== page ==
It is, as Jim says, “willful ignorance” of the forces that are at work on them and how they are being manipulated. I don’t know what the answer is other than a whole lot of education.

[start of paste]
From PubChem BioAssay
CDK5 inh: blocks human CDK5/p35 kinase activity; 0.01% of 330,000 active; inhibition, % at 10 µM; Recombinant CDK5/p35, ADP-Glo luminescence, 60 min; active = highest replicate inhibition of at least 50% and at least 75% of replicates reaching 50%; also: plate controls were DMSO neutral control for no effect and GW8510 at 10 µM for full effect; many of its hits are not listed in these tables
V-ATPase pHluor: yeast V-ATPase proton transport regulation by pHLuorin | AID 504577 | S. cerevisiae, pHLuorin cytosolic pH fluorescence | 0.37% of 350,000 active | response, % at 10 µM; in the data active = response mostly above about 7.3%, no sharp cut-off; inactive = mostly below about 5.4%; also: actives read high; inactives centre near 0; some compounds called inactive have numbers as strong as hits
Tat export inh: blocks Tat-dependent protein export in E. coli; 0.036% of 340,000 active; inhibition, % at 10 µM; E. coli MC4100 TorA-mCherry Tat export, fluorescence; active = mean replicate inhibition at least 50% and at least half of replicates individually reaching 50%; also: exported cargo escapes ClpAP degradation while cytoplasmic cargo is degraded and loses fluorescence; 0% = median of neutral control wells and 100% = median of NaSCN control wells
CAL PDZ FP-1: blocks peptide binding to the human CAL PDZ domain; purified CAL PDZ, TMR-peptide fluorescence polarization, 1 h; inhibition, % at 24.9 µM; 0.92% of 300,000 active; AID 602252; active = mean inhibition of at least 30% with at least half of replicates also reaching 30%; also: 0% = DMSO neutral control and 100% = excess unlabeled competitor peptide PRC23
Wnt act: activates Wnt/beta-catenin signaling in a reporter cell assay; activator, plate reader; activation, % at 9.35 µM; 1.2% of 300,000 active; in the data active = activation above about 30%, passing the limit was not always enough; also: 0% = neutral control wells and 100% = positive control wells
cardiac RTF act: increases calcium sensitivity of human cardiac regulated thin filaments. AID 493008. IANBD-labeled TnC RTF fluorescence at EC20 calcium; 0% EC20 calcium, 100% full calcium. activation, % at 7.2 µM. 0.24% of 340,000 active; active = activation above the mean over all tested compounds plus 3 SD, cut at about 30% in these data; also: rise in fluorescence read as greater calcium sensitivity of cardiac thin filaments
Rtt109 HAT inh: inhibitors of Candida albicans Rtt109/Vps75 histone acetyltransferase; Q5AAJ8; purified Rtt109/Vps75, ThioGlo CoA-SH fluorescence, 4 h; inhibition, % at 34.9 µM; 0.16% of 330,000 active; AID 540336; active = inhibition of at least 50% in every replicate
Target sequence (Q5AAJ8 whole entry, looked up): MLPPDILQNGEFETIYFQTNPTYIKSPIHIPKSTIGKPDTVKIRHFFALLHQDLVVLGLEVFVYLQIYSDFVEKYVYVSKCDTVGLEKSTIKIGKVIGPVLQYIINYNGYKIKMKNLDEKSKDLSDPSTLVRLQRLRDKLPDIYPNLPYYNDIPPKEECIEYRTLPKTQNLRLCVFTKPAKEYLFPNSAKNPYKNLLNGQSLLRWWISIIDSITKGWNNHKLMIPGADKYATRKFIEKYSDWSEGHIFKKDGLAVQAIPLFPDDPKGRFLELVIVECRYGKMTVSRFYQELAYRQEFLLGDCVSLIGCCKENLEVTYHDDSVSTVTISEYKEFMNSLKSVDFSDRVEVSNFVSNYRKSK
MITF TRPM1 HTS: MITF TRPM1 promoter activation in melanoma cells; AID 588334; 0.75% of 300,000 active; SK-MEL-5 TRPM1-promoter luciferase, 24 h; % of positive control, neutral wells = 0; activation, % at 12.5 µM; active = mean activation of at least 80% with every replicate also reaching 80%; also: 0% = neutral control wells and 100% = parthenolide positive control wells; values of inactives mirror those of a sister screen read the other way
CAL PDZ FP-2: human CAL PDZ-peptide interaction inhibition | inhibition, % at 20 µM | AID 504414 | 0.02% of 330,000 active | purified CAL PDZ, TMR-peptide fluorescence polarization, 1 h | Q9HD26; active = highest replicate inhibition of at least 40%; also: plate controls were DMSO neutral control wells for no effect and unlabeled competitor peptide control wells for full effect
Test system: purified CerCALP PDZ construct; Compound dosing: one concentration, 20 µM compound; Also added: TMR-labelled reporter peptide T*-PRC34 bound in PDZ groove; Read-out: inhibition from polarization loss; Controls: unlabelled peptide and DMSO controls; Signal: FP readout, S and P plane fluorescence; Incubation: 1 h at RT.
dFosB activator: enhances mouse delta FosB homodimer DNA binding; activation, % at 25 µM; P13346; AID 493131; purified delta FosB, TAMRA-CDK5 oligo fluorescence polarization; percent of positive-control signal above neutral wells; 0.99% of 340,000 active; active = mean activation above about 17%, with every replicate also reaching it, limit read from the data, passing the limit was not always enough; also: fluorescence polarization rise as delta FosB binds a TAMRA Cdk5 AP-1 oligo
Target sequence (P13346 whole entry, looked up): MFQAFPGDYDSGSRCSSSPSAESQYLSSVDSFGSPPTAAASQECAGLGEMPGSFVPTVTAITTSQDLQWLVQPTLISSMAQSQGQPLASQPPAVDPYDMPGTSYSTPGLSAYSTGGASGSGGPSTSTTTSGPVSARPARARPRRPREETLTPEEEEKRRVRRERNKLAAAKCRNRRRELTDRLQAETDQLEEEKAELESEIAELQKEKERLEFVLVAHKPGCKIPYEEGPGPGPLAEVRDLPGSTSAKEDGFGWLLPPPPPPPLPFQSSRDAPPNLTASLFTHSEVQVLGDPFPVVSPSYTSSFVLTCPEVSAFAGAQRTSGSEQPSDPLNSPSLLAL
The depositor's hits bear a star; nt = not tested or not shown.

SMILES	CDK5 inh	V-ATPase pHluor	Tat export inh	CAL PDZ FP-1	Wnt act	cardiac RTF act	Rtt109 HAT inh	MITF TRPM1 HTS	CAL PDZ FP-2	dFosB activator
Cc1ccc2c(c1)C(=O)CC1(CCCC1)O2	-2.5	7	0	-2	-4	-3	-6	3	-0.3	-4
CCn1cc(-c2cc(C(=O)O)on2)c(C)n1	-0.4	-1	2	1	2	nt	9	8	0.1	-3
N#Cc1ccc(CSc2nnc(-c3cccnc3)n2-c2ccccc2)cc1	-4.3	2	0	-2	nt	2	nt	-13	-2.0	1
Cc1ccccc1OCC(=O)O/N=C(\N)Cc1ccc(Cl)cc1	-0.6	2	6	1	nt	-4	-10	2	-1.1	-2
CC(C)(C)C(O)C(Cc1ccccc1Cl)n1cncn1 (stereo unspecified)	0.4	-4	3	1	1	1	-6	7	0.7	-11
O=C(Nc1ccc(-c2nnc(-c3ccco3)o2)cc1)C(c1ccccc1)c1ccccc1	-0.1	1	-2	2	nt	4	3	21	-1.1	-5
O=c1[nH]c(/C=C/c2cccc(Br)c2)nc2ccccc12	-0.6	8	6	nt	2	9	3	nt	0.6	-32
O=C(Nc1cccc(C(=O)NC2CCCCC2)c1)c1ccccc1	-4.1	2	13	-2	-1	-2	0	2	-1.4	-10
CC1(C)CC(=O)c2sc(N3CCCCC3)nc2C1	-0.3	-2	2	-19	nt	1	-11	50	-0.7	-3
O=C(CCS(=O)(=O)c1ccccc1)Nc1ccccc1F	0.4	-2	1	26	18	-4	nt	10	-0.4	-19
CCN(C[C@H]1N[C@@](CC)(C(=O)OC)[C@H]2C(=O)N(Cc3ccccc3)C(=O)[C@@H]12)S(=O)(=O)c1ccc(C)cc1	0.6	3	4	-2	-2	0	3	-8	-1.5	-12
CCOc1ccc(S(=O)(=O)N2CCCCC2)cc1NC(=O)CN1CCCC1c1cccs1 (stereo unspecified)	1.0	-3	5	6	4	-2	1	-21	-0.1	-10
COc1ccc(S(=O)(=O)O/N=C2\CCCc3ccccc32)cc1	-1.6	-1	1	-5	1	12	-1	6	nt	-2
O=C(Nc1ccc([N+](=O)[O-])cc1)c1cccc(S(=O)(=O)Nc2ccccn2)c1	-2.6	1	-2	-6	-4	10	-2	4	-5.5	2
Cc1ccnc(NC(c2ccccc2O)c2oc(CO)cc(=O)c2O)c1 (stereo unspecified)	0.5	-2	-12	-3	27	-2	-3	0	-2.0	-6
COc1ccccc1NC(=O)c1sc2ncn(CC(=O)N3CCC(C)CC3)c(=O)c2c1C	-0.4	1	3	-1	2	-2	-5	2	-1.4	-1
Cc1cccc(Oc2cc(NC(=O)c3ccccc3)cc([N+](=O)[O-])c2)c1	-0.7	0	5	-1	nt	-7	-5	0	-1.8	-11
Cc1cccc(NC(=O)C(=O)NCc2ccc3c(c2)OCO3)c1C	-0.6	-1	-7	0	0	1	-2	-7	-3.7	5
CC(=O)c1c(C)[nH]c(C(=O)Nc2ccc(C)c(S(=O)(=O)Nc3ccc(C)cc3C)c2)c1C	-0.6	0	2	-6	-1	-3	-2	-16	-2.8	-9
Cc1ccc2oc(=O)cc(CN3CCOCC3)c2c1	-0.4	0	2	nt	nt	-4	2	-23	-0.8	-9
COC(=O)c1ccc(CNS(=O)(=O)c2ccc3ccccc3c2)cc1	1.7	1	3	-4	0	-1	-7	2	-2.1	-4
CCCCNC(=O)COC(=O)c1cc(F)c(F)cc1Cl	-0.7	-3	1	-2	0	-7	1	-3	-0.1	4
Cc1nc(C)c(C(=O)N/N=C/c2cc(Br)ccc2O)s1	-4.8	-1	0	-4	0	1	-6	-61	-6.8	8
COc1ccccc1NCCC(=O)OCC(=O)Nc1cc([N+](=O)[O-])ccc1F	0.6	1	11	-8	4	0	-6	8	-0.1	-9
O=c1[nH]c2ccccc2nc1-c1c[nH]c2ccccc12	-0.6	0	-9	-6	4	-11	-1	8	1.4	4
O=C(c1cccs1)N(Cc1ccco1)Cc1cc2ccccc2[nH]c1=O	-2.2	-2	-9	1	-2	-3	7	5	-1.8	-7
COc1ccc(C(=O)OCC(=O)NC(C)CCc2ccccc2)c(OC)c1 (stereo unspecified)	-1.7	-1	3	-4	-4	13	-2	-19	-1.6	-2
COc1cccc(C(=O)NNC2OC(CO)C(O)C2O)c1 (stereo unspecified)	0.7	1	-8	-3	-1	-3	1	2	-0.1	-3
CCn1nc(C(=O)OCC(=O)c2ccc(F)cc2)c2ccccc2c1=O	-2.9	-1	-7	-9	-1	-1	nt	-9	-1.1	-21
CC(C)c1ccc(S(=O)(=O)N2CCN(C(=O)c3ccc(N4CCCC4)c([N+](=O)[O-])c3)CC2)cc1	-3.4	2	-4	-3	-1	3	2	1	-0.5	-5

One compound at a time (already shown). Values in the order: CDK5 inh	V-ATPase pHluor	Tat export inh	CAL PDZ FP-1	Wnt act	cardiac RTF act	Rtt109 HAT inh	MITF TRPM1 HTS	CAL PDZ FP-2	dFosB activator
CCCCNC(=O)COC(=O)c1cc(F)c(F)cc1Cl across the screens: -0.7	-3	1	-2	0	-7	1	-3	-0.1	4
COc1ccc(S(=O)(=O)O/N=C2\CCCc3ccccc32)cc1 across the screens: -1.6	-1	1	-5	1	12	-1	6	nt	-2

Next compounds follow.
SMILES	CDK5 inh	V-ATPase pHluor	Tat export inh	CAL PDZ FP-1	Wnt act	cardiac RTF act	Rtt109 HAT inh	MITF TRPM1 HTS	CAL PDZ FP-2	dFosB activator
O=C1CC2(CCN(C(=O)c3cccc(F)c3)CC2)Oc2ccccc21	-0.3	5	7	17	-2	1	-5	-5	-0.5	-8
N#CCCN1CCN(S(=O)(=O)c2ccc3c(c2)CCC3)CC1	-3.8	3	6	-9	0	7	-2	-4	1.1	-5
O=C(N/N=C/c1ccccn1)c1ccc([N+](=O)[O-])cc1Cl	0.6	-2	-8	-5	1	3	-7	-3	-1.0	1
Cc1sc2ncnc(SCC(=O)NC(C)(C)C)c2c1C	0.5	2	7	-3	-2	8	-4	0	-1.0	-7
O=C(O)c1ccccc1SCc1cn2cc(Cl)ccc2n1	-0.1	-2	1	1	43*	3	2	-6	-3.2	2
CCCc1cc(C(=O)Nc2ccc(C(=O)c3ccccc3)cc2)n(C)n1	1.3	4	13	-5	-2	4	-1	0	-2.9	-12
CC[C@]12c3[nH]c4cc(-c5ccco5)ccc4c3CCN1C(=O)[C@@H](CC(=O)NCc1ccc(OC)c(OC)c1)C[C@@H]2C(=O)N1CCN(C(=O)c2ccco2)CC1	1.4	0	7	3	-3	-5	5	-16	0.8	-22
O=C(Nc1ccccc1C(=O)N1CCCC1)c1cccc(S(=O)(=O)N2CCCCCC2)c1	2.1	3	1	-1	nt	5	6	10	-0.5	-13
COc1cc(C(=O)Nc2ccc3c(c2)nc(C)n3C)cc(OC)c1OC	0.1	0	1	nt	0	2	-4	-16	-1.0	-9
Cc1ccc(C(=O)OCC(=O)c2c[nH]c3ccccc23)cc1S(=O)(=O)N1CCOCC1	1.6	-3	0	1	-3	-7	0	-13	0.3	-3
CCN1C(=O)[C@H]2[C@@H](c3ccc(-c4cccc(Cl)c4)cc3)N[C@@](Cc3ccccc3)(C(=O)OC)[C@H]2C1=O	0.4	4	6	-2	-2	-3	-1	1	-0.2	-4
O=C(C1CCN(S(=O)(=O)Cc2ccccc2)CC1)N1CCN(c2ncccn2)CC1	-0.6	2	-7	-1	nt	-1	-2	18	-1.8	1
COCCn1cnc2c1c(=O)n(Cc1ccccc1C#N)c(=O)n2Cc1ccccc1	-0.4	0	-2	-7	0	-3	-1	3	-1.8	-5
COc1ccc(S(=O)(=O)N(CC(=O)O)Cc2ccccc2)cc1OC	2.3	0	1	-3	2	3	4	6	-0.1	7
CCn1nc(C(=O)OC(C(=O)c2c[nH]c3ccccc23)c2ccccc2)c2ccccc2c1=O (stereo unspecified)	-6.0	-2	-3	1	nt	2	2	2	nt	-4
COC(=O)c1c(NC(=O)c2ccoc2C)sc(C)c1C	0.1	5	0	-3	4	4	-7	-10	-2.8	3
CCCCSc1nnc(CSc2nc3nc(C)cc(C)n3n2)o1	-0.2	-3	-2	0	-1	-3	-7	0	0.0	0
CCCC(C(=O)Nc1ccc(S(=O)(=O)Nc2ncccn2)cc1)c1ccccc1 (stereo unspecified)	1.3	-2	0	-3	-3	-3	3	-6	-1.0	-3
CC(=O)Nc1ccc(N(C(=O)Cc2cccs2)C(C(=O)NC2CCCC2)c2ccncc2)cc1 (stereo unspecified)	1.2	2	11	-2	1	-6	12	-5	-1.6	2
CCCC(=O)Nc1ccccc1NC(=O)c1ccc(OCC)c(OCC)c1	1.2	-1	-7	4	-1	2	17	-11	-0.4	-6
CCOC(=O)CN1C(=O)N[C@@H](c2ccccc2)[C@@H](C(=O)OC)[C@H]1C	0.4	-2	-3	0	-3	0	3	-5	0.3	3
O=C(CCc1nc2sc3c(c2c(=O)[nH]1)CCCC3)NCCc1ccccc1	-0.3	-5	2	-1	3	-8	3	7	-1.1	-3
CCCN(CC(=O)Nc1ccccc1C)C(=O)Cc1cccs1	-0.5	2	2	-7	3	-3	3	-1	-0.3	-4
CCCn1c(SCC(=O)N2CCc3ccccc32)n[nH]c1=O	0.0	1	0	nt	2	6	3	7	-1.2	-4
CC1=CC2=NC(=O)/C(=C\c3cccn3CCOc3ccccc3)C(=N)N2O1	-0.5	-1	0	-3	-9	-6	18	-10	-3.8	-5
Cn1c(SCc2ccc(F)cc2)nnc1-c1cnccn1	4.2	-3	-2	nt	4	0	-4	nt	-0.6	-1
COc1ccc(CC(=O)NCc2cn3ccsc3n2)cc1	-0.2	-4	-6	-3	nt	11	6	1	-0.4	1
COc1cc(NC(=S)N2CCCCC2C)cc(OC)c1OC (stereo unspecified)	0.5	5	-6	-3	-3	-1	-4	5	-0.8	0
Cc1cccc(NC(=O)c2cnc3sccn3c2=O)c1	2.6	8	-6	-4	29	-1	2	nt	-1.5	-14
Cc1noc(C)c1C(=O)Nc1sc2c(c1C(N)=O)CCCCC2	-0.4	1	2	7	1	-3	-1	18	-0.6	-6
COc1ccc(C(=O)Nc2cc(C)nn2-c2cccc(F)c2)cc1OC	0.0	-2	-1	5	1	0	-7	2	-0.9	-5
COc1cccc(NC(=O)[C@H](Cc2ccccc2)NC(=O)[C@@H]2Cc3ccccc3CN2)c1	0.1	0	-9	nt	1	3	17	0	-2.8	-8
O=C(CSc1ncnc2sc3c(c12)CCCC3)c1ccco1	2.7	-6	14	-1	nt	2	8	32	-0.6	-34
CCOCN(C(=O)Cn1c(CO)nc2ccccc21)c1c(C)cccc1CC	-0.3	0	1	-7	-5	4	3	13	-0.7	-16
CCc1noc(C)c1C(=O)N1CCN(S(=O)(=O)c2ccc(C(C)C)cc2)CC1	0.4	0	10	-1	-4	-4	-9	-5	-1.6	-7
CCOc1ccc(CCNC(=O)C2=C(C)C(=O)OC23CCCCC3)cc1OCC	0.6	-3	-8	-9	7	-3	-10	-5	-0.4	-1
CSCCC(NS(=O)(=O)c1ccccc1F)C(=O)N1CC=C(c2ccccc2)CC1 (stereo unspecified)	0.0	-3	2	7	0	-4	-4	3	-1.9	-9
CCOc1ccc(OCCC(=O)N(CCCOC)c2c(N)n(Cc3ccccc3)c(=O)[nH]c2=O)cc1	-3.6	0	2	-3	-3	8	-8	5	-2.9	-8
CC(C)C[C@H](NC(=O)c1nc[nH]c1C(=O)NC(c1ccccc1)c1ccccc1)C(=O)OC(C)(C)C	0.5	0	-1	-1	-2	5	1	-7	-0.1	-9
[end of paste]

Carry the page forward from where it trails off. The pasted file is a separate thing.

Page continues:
• Many thanks, Jeff. Kahneman’s work is justifiably regarded as essential for understanding why human beings so often make poor decisions, but of course, it is not the whole story. The effects of inadequate state schooling over several decades, the pervasive ideological bent of both academia and the media, and the inevitably deleterious effects of consumerism on a society “distracted from distraction by distraction”, have all undermined the virtue of prudence, or practical wisdom, in the West. If I may quote from my essay on prudence, published some time back by Bizcatalyst 360, and included in my book, ‘Is Leadership History?’, “Prudence transforms knowledge into wisdom. It encourages us to be unbiased in perception, accurate in memory, and open to the ideas of others. It instills vigilance, keeping us primed for the unexpected, providing not just finely honed intuitive and deliberative powers, but also the courage for decisive action. Prudence stands on principle, rising above the cold calculation of utilitarian expediency.” I think a lot of the ignorance out there, on both sides of the political divide, has been engineered. When I come across university lecturers who know nothing about the French Revolution or the Enlightenment, or hear the uninformed prejudices people today have regarding Medieval Europe, I have to acknowledge that the road back to sanity will be long and hard.